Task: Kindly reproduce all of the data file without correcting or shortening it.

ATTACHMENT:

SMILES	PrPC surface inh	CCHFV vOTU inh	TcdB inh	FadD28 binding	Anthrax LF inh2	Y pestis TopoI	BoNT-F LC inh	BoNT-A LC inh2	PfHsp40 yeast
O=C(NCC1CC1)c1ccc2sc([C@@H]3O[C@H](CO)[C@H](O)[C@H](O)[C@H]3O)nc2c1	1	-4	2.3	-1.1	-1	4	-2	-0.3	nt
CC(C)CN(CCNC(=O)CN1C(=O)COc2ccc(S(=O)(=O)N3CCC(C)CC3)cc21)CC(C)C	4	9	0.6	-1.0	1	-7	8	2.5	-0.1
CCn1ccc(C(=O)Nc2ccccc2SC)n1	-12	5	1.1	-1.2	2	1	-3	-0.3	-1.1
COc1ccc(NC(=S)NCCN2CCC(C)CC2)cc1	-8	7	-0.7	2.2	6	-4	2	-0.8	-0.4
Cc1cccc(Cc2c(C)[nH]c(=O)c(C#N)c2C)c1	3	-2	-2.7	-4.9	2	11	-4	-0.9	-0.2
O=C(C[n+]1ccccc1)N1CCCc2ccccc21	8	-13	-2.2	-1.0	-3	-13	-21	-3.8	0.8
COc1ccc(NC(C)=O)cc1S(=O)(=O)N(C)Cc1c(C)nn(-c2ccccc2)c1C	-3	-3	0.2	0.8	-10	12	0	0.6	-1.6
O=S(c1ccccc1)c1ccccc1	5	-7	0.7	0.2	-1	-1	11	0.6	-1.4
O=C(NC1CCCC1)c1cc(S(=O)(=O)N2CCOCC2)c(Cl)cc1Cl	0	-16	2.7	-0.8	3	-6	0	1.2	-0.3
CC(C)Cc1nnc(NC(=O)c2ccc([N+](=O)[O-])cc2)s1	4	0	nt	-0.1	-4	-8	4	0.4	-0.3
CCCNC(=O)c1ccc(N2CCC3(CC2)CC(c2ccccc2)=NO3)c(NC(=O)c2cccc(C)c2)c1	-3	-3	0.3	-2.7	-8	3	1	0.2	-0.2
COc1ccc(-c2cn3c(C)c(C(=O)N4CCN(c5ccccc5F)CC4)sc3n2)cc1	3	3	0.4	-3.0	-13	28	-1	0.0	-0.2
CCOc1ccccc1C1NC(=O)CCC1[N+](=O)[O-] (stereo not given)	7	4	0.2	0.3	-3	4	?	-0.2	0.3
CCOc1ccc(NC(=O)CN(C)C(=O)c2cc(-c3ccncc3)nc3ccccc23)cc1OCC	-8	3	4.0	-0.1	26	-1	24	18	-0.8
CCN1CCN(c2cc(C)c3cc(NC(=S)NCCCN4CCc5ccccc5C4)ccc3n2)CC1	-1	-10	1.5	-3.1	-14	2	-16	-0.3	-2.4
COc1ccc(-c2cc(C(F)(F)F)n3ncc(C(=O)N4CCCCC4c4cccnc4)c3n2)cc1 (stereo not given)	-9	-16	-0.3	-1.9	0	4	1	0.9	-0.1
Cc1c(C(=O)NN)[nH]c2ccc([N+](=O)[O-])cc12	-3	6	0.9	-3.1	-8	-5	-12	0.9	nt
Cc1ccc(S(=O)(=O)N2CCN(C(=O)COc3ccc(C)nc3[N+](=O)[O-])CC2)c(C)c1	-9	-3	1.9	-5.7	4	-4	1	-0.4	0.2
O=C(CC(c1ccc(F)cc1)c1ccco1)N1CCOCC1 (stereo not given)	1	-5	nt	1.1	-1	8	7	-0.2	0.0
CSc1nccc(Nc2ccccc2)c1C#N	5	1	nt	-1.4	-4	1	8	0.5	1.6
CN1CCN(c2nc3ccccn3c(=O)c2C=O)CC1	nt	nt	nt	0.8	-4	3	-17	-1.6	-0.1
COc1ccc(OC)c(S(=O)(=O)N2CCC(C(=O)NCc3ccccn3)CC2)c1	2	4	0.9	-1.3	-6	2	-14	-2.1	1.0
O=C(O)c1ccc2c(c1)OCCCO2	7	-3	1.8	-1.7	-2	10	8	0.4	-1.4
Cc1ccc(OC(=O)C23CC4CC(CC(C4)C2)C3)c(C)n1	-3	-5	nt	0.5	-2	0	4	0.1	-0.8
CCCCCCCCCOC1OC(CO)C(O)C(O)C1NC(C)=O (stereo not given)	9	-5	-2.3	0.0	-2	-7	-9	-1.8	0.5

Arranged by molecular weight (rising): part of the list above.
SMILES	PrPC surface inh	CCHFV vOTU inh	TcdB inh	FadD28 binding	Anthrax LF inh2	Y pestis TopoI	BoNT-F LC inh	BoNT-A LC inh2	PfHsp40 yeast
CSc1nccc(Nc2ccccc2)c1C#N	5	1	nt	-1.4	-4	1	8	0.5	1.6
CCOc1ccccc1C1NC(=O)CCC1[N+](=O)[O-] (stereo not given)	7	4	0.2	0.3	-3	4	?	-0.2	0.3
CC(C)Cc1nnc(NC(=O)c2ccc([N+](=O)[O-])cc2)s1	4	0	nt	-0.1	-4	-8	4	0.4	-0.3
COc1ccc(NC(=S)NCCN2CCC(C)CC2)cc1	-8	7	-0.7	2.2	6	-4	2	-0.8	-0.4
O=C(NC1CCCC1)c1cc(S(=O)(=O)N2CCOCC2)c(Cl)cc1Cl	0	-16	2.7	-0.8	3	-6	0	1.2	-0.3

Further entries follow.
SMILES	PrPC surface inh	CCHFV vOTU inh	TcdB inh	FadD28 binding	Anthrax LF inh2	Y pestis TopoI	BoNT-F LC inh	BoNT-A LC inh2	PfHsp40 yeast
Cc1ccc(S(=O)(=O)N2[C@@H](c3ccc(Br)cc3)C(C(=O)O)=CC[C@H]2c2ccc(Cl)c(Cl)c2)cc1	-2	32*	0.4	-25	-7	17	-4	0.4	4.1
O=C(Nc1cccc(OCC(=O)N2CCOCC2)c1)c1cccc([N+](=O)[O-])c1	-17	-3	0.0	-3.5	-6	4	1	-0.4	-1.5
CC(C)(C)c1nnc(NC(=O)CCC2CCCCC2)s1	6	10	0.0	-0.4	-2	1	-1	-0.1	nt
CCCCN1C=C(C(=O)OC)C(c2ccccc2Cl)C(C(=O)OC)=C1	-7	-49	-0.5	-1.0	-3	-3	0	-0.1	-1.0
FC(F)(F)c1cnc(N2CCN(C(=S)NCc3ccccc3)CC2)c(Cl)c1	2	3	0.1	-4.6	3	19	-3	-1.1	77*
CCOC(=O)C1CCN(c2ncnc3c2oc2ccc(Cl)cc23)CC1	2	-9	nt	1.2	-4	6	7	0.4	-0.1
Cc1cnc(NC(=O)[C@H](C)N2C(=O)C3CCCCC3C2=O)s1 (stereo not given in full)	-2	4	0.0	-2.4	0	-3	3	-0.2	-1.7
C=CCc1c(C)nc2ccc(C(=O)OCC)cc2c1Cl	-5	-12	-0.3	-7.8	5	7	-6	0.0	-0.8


SMILES	PrPC surface inh	CCHFV vOTU inh	TcdB inh	FadD28 binding	Anthrax LF inh2	Y pestis TopoI	BoNT-F LC inh	BoNT-A LC inh2	PfHsp40 yeast
O=C(NCC1CC1)c1ccc2sc([C@@H]3O[C@H](CO)[C@H](O)[C@H](O)[C@H]3O)nc2c1	1	-4	2.3	-1.1	-1	4	-2	-0.3	nt
CC(C)CN(CCNC(=O)CN1C(=O)COc2ccc(S(=O)(=O)N3CCC(C)CC3)cc21)CC(C)C	4	9	0.6	-1.0	1	-7	8	2.5	-0.1
CCn1ccc(C(=O)Nc2ccccc2SC)n1	-12	5	1.1	-1.2	2	1	-3	-0.3	-1.1
COc1ccc(NC(=S)NCCN2CCC(C)CC2)cc1	-8	7	-0.7	2.2	6	-4	2	-0.8	-0.4
Cc1cccc(Cc2c(C)[nH]c(=O)c(C#N)c2C)c1	3	-2	-2.7	-4.9	2	11	-4	-0.9	-0.2
O=C(C[n+]1ccccc1)N1CCCc2ccccc21	8	-13	-2.2	-1.0	-3	-13	-21	-3.8	0.8
COc1ccc(NC(C)=O)cc1S(=O)(=O)N(C)Cc1c(C)nn(-c2ccccc2)c1C	-3	-3	0.2	0.8	-10	12	0	0.6	-1.6
O=S(c1ccccc1)c1ccccc1	5	-7	0.7	0.2	-1	-1	11	0.6	-1.4
O=C(NC1CCCC1)c1cc(S(=O)(=O)N2CCOCC2)c(Cl)cc1Cl	0	-16	2.7	-0.8	3	-6	0	1.2	-0.3
CC(C)Cc1nnc(NC(=O)c2ccc([N+](=O)[O-])cc2)s1	4	0	nt	-0.1	-4	-8	4	0.4	-0.3
CCCNC(=O)c1ccc(N2CCC3(CC2)CC(c2ccccc2)=NO3)c(NC(=O)c2cccc(C)c2)c1	-3	-3	0.3	-2.7	-8	3	1	0.2	-0.2
COc1ccc(-c2cn3c(C)c(C(=O)N4CCN(c5ccccc5F)CC4)sc3n2)cc1	3	3	0.4	-3.0	-13	28	-1	0.0	-0.2
CCOc1ccccc1C1NC(=O)CCC1[N+](=O)[O-] (stereo not given)	7	4	0.2	0.3	-3	4	?	-0.2	0.3
CCOc1ccc(NC(=O)CN(C)C(=O)c2cc(-c3ccncc3)nc3ccccc23)cc1OCC	-8	3	4.0	-0.1	26	-1	24	18	-0.8
CCN1CCN(c2cc(C)c3cc(NC(=S)NCCCN4CCc5ccccc5C4)ccc3n2)CC1	-1	-10	1.5	-3.1	-14	2	-16	-0.3	-2.4
COc1ccc(-c2cc(C(F)(F)F)n3ncc(C(=O)N4CCCCC4c4cccnc4)c3n2)cc1 (stereo not given)	-9	-16	-0.3	-1.9	0	4	1	0.9	-0.1
Cc1c(C(=O)NN)[nH]c2ccc([N+](=O)[O-])cc12	-3	6	0.9	-3.1	-8	-5	-12	0.9	nt
Cc1ccc(S(=O)(=O)N2CCN(C(=O)COc3ccc(C)nc3[N+](=O)[O-])CC2)c(C)c1	-9	-3	1.9	-5.7	4	-4	1	-0.4	0.2
O=C(CC(c1ccc(F)cc1)c1ccco1)N1CCOCC1 (stereo not given)	1	-5	nt	1.1	-1	8	7	-0.2	0.0
CSc1nccc(Nc2ccccc2)c1C#N	5	1	nt	-1.4	-4	1	8	0.5	1.6
CN1CCN(c2nc3ccccn3c(=O)c2C=O)CC1	nt	nt	nt	0.8	-4	3	-17	-1.6	-0.1
COc1ccc(OC)c(S(=O)(=O)N2CCC(C(=O)NCc3ccccn3)CC2)c1	2	4	0.9	-1.3	-6	2	-14	-2.1	1.0
O=C(O)c1ccc2c(c1)OCCCO2	7	-3	1.8	-1.7	-2	10	8	0.4	-1.4
Cc1ccc(OC(=O)C23CC4CC(CC(C4)C2)C3)c(C)n1	-3	-5	nt	0.5	-2	0	4	0.1	-0.8
CCCCCCCCCOC1OC(CO)C(O)C(O)C1NC(C)=O (stereo not given)	9	-5	-2.3	0.0	-2	-7	-9	-1.8	0.5

Arranged by molecular weight (rising): part of the list above.
SMILES	PrPC surface inh	CCHFV vOTU inh	TcdB inh	FadD28 binding	Anthrax LF inh2	Y pestis TopoI	BoNT-F LC inh	BoNT-A LC inh2	PfHsp40 yeast
CSc1nccc(Nc2ccccc2)c1C#N	5	1	nt	-1.4	-4	1	8	0.5	1.6
CCOc1ccccc1C1NC(=O)CCC1[N+](=O)[O-] (stereo not given)	7	4	0.2	0.3	-3	4	?	-0.2	0.3
CC(C)Cc1nnc(NC(=O)c2ccc([N+](=O)[O-])cc2)s1	4	0	nt	-0.1	-4	-8	4	0.4	-0.3
COc1ccc(NC(=S)NCCN2CCC(C)CC2)cc1	-8	7	-0.7	2.2	6	-4	2	-0.8	-0.4
O=C(NC1CCCC1)c1cc(S(=O)(=O)N2CCOCC2)c(Cl)cc1Cl	0	-16	2.7	-0.8	3	-6	0	1.2	-0.3

Further entries follow.
SMILES	PrPC surface inh	CCHFV vOTU inh	TcdB inh	FadD28 binding	Anthrax LF inh2	Y pestis TopoI	BoNT-F LC inh	BoNT-A LC inh2	PfHsp40 yeast
Cc1ccc(S(=O)(=O)N2[C@@H](c3ccc(Br)cc3)C(C(=O)O)=CC[C@H]2c2ccc(Cl)c(Cl)c2)cc1	-2	32*	0.4	-25	-7	17	-4	0.4	4.1
O=C(Nc1cccc(OCC(=O)N2CCOCC2)c1)c1cccc([N+](=O)[O-])c1	-17	-3	0.0	-3.5	-6	4	1	-0.4	-1.5
CC(C)(C)c1nnc(NC(=O)CCC2CCCCC2)s1	6	10	0.0	-0.4	-2	1	-1	-0.1	nt
CCCCN1C=C(C(=O)OC)C(c2ccccc2Cl)C(C(=O)OC)=C1	-7	-49	-0.5	-1.0	-3	-3	0	-0.1	-1.0
FC(F)(F)c1cnc(N2CCN(C(=S)NCc3ccccc3)CC2)c(Cl)c1	2	3	0.1	-4.6	3	19	-3	-1.1	77*
CCOC(=O)C1CCN(c2ncnc3c2oc2ccc(Cl)cc23)CC1	2	-9	nt	1.2	-4	6	7	0.4	-0.1
Cc1cnc(NC(=O)[C@H](C)N2C(=O)C3CCCCC3C2=O)s1 (stereo not given in full)	-2	4	0.0	-2.4	0	-3	3	-0.2	-1.7
C=CCc1c(C)nc2ccc(C(=O)OCC)cc2c1Cl	-5	-12	-0.3	-7.8	5	7	-6	0.0	-0.8